LANSING — More than a third of Michigan’s top county health officers resigned in the past year, many as the result of dealing with the pressures of the pandemic.
Norm Hess, the executive director of the Michigan Association for Local Public Health, said as information on COVID-19 changed daily, public health officers took the blame for a lot of the inconsistencies and experienced burnout.
“There were many times where no matter what decision they made, half of their community would be supportive and the other half would be ready to break bottles over their head,” Hess said.
Fifteen of Michigan’s 42 local public health officers left within the past year, he said.
Public health officers assess the needs of the community and implement policies based on those assessments.
Burnout and stress have created a need to fill public health positions.
Many people in local public health are retiring to switch career paths or for political reasons, and those positions need to be filled pretty quickly, said Mary Kushion, the internship coordinator for the master’s program in public health accreditation at Central Michigan University
“We had a number of local health department directors that either had to resign because their county commissioners or their board of health did not support their decision related to COVID,” she said.
Still, some of the state’s universities report a surge of student interest in the field.
Before the pandemic, there were 79 students enrolled in the Master of Public Health program at Michigan State University in the fall semester 2019, according to enrollment trends at MSU. By the summer semester of 2021, 98 students had enrolled.
“I think many became interested in what was going on around them,” said Wayne McCullough, the director of that school’s master’s in public health program. “They saw that some individuals were dying at disproportionate rates and because of race and gender.”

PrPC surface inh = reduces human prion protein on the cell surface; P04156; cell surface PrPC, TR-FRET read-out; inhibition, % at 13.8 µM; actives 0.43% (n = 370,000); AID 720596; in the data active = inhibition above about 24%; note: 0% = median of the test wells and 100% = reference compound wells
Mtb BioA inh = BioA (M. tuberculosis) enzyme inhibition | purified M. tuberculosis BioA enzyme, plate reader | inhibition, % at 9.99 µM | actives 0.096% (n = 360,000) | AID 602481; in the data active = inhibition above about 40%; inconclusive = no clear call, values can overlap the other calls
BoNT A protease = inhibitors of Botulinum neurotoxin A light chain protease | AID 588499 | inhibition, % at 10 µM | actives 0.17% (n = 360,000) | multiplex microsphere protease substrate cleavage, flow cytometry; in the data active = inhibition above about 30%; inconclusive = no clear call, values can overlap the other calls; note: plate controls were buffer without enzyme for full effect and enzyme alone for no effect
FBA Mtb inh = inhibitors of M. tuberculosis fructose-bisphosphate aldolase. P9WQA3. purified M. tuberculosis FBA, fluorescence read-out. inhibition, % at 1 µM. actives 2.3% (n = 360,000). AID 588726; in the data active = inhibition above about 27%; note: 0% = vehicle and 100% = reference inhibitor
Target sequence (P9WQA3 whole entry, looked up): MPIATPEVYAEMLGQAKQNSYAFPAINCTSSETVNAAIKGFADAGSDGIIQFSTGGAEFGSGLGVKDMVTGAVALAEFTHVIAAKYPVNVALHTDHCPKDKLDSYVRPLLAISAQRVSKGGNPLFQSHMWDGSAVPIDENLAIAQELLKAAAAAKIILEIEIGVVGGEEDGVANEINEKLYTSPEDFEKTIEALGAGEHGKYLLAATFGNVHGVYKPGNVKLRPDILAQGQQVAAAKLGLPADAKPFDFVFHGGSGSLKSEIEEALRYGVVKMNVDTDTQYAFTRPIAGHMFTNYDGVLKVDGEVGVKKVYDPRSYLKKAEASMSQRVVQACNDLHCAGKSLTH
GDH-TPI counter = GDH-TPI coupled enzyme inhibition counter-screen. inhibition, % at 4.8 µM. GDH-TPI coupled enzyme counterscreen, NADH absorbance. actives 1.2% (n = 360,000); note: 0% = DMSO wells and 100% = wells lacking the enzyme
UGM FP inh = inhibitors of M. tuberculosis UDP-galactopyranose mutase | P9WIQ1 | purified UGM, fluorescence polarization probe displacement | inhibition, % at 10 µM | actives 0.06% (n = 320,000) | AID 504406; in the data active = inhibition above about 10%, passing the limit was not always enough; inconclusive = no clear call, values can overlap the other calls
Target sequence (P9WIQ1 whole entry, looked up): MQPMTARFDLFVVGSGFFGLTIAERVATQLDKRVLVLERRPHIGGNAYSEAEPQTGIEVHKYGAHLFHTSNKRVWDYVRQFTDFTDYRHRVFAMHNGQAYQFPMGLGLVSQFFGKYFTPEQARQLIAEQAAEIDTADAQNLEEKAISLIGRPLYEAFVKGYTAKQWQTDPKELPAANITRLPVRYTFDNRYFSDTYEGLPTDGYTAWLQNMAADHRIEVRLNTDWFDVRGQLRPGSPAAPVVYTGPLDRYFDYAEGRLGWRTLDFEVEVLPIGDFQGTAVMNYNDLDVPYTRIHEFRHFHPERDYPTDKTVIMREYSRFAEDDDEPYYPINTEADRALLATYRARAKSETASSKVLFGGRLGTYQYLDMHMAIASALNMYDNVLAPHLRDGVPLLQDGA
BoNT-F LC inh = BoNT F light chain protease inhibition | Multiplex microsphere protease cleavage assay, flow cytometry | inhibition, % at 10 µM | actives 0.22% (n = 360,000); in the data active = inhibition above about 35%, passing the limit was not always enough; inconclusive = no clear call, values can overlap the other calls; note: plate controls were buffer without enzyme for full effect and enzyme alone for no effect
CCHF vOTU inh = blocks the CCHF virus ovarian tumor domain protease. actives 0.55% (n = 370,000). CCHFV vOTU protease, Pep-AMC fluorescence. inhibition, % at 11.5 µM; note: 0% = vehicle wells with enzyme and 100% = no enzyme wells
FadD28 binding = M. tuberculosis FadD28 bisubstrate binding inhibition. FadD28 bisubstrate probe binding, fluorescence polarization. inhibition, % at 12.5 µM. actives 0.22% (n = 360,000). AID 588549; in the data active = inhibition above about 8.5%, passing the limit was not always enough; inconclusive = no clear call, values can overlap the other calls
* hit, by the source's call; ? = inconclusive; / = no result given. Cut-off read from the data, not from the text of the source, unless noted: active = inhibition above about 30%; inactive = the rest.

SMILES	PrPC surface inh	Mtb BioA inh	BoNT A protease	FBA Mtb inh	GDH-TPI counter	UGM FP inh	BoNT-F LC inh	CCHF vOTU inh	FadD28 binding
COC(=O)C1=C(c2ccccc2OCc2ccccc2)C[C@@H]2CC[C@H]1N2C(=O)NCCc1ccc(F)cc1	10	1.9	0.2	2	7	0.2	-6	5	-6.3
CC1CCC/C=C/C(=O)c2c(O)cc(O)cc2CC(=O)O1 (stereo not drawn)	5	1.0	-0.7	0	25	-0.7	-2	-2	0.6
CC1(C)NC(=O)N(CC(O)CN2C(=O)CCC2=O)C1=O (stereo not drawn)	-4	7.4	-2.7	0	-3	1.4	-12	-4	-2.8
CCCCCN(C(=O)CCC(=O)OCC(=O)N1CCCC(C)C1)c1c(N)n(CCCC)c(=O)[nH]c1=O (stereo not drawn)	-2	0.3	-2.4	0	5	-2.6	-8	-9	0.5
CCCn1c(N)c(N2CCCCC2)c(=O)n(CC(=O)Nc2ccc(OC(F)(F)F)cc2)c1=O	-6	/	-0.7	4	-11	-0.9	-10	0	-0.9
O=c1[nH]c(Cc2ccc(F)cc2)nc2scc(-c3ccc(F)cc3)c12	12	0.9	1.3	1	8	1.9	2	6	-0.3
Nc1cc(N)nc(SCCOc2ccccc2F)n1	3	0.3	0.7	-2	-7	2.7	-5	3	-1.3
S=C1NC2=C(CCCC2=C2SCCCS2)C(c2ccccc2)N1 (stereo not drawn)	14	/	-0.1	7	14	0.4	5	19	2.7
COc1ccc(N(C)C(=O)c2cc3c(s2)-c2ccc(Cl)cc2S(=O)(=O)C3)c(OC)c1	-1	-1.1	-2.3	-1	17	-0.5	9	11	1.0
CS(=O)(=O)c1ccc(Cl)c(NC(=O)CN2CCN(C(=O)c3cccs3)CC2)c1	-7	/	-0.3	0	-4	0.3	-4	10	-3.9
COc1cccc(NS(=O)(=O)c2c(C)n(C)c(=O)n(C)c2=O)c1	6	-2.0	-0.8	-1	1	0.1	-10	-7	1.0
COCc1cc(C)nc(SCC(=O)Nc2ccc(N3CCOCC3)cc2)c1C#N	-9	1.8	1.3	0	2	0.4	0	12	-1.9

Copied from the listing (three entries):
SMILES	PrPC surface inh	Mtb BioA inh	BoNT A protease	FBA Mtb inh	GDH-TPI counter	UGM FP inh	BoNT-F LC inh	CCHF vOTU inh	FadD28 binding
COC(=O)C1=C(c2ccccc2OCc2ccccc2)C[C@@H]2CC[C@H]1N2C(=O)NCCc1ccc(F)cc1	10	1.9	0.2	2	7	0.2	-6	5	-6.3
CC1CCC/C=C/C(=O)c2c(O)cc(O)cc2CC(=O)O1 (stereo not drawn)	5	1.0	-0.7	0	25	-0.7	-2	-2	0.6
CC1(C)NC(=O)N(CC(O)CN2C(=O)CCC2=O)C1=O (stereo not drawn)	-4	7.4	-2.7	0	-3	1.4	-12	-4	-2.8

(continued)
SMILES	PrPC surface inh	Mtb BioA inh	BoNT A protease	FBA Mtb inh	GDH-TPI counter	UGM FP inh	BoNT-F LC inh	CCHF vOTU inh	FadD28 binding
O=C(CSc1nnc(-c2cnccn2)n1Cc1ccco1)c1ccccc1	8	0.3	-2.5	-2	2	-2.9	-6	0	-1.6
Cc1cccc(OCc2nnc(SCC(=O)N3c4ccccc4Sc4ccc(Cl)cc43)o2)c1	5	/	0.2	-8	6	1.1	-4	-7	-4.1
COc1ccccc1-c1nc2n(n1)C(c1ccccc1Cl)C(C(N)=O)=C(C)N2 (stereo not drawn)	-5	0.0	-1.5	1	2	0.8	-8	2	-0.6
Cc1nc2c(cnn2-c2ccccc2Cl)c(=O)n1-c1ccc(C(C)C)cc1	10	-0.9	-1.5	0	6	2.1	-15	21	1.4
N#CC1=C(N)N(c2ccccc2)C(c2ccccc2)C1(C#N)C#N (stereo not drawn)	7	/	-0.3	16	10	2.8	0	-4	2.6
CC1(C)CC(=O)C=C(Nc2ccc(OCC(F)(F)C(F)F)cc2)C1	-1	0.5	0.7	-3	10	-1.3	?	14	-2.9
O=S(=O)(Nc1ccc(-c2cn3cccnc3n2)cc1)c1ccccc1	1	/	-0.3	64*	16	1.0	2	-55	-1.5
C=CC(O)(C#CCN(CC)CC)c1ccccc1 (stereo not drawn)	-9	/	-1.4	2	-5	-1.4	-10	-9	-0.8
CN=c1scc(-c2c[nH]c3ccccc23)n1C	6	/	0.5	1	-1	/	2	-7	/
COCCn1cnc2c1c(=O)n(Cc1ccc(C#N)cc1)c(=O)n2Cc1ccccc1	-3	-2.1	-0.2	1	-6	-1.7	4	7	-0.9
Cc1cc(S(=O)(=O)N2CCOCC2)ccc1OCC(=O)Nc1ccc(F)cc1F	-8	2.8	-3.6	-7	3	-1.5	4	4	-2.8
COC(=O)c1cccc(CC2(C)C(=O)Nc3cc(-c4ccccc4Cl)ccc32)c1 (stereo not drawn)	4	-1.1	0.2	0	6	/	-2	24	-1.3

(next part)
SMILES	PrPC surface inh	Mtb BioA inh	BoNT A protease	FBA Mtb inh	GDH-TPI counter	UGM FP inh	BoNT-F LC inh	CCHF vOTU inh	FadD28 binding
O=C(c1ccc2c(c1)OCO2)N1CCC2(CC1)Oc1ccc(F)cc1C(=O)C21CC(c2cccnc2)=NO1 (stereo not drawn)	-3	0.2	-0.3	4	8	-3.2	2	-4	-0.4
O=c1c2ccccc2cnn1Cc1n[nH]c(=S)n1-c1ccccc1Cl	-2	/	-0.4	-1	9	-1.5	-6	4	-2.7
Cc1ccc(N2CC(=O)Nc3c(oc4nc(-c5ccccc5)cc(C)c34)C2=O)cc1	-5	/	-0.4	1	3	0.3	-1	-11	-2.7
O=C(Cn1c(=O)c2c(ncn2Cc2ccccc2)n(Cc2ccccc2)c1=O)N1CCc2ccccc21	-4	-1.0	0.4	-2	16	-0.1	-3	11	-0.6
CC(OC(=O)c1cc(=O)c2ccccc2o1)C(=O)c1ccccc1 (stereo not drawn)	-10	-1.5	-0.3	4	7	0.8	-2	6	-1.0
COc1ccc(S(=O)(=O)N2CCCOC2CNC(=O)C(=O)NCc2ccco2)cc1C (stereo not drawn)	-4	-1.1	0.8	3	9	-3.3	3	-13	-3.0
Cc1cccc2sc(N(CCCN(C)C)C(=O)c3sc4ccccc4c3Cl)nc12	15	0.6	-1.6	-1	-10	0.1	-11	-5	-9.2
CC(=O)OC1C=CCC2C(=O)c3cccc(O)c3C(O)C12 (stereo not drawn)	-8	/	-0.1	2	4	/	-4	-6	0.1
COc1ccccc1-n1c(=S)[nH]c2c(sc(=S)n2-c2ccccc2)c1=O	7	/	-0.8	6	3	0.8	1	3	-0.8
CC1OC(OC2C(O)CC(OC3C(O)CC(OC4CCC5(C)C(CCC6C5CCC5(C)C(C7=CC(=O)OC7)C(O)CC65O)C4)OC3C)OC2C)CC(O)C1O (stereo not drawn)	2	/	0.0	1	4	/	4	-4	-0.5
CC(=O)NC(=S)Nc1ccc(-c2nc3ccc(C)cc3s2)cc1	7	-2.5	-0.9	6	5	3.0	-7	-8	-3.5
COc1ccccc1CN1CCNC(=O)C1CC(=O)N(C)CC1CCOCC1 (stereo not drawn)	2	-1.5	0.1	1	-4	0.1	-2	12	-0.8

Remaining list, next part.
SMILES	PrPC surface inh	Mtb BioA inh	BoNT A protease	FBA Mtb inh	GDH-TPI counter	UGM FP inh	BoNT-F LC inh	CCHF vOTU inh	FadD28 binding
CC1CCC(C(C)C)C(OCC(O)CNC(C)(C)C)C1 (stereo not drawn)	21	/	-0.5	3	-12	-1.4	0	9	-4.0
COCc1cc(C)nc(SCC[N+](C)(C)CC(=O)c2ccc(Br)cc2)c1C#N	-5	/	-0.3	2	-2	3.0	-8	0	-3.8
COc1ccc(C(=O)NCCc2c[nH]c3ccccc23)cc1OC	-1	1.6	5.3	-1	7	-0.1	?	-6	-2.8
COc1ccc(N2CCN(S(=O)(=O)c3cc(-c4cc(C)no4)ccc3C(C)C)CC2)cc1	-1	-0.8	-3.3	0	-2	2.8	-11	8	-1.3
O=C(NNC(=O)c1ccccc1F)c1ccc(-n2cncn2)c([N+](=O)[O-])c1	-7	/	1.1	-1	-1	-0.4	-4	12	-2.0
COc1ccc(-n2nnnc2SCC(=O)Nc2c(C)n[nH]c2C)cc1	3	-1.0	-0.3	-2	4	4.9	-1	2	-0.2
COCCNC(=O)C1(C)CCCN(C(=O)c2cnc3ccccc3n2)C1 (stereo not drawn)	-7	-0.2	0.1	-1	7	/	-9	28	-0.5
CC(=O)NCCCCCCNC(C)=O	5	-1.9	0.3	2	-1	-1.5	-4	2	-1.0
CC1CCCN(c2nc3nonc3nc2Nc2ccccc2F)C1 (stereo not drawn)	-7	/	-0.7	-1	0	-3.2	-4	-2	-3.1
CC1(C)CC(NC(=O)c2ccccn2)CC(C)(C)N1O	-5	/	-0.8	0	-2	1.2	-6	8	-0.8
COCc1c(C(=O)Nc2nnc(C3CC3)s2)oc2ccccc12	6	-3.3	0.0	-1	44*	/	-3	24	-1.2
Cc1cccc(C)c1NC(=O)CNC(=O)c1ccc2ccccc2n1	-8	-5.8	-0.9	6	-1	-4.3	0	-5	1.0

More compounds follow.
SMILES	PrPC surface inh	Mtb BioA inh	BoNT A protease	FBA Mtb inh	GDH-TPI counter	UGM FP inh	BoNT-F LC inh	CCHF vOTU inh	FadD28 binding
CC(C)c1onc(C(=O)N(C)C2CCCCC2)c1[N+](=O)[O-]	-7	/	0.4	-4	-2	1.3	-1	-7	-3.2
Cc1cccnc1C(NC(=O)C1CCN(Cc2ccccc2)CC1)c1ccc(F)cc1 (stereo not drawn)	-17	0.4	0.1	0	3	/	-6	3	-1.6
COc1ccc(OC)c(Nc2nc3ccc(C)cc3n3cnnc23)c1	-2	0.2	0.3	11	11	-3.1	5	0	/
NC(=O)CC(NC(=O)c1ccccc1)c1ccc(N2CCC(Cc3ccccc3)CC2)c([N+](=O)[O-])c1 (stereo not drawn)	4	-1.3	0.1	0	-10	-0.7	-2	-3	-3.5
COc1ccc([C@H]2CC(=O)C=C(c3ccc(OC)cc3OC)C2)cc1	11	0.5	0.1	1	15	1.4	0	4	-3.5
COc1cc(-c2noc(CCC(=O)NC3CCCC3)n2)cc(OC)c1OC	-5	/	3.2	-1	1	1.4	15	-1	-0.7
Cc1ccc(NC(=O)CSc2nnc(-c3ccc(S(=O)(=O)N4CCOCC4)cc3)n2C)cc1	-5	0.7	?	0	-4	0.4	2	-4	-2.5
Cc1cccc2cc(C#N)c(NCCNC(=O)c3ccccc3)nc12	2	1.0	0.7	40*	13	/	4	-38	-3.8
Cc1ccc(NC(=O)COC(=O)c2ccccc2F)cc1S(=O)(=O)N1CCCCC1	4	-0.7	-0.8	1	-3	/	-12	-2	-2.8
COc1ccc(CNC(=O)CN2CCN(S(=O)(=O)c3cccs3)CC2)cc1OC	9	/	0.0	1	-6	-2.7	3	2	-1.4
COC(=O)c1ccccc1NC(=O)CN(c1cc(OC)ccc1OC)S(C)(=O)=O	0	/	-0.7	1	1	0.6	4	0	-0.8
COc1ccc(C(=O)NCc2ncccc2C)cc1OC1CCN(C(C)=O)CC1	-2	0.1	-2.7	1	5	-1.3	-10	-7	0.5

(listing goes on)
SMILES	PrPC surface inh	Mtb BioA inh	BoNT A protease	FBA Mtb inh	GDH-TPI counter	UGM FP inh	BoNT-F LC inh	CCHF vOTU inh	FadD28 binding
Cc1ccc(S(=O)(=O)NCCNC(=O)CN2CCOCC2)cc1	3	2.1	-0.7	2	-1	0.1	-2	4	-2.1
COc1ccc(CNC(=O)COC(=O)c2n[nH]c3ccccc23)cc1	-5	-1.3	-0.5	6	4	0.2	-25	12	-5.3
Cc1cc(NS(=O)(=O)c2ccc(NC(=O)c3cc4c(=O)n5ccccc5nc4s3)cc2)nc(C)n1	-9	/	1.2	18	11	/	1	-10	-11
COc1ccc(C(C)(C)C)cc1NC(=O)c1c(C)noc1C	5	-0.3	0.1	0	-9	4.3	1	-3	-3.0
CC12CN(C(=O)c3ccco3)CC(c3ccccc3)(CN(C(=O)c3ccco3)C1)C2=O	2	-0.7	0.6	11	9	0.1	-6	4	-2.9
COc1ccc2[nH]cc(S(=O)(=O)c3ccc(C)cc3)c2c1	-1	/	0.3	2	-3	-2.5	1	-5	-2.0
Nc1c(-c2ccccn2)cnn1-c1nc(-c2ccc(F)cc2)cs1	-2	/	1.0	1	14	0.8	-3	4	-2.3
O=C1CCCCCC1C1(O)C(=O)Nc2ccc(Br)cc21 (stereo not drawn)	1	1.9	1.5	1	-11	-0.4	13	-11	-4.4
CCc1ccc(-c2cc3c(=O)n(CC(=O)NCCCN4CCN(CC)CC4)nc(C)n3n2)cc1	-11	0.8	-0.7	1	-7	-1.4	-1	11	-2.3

Working in public health is not always the first choice of students in graduate programs, Hess said.
“A lot of people who get master’s in public health degrees dream of going and working for Eli Lilly or MedImmune where you can make a lot of money, but no one thinks that they want to grow up and work in local public health,” Hess said.
The national hourly wage for people with a master’s in public health is $53.56 and $111,410 annually, according to Nursing Process, a website that provides nurses with educational and employment information.
But Michigan lags behind: people with a master’s in public health make $47.24 hourly and $98,250 yearly. The Nursing Process ranked Michigan 43 out of 50 for average salary by state.
“I really hope to break into the policy sector at the local level as well as the state and federal level,” said Katelyn Massaria, a student in the master’s of public health program at Michigan State. Her goal is to advise Congress on public health policy.
Twelve universities in Michigan offer a master’s in public health degree: Michigan State, University of Michigan, Central Michigan University, Eastern Michigan University, Western Michigan University, Wayne State University, Saginaw Valley State University, Andrews University, Grand Valley State University, Ferris State University, Madonna University and Oakland University.
There has also been an increase in enrollment in the master’s program of public health at Central Michigan, Kushion said.
“Our previous health officer retired right in the middle of the pandemic,” said Andrew Cox, the health officer for Macomb County Health Department. Cox has been in the position since January 2021.
Although his agency hasn’t seen a huge decrease in staffing, it has had challenges recruiting new graduates.
It is working with Oakland University to offer more internship opportunities.
Competition for quality applicants is fierce, Cox said.
“Several health systems are increasing wages, which means we have to get more creative with our offers and how we attract those individuals,” he said.